Even though we live in an age of excessive information, many people still don’t know the facts about amphetamine addiction. We may accept what we hear or see in the media about addiction and fail to understand the true nature of addiction. Knowing the facts can help you make a wise decision about how and when to get help for a loved one or yourself.
Amphetamines stimulate the central nervous system (CNS), increasing heart rate, blood pressure and brain activity. They also increase the release of adrenalin and other stress hormones. Prescription amphetamines are most commonly used to treat ADHD and narcolepsy (a physical condition that causes sleep and sleepiness). Commonly abused illicit amphetamines include cocaine, ecstasy, and meth.
Taking amphetamines recreationally (in ways not prescribed by a doctor) can carry serious side effects, especially when taken long-term. These side effects include:
- Increased anxiety
- Dramatic weight loss
- Aggressive and violent behavior
These behaviors and symptoms are signs that you or a loved one is addicted to amphetamines. If you are experiencing these side effects, seek help immediately.
Some people may not realize that addiction to amphetamines can occur even when using them as prescribes. Physical addiction develops as your body becomes adjusted to the presence of amphetamines, after which point you would experience withdrawal symptoms if you were to stop taking them. Psychological addiction develops as you begin to think that you cannot function without the use of amphetamines and taking amphetamines becomes the focus of your daily life.
Other symptoms of an amphetamine addiction include:
- Stealing money or property to pay for more amphetamines
- Taking more amphetamines than prescribed by a doctor
- Taking amphetamines more often than prescribed
- Acquiring prescriptions for amphetamines from more than one doctor
- Becoming defensive when asked about your amphetamine use
- Lying about how often you use amphetamines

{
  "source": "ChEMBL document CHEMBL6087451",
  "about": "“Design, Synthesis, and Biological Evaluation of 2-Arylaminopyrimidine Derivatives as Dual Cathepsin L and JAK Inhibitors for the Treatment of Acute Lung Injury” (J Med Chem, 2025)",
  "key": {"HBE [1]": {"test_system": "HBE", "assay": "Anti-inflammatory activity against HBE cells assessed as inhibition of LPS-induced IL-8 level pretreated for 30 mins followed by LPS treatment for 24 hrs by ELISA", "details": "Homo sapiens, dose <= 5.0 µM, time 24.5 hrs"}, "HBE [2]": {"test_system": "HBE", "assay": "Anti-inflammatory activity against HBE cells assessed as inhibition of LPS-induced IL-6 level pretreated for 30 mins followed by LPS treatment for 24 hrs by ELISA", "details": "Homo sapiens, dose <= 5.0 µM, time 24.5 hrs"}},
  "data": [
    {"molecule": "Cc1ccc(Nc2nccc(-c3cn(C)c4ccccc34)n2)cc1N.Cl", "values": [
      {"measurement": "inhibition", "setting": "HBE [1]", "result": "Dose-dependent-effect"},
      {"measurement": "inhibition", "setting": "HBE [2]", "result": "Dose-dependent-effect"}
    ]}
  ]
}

- Poor performance at the workplace or at school
One of the most common signals of an amphetamine addiction is denial that you have a problem. The first step in recovery is admitting that you have a problem with amphetamines.
Recovery from amphetamine addiction is possible. The process will begin with detox. This is the time during which the body rids itself of the drugs. In this phase, you are likely to experience withdrawal symptoms as your body adjusts back to a normal chemical balance. Symptoms of amphetamine withdrawal include:
- Mental fatigue
- Hypersomnia (sleeping too much)
- Agitation and restlessness
- Heightened dream states
- Suicidal thoughts
This detox can take anywhere from a few weeks to a month or more. After detox, you will continue treatment to address your psychological dependence and any underlying emotional issues that led to the addiction. During that phase of rehab, you will also identify and learn how to break the habits that you developed as an amphetamine addict.
Getting Help for Your Amphetamine Addiction
If you or a loved one is struggling with an amphetamine addiction, we can help. You can call our toll-free helpline any time, 24 hours a day and talk with an admissions coordinator who can help you determine the best course of treatment for your unique situation. Don’t let amphetamines destroy your life. Call us today and get the help you need.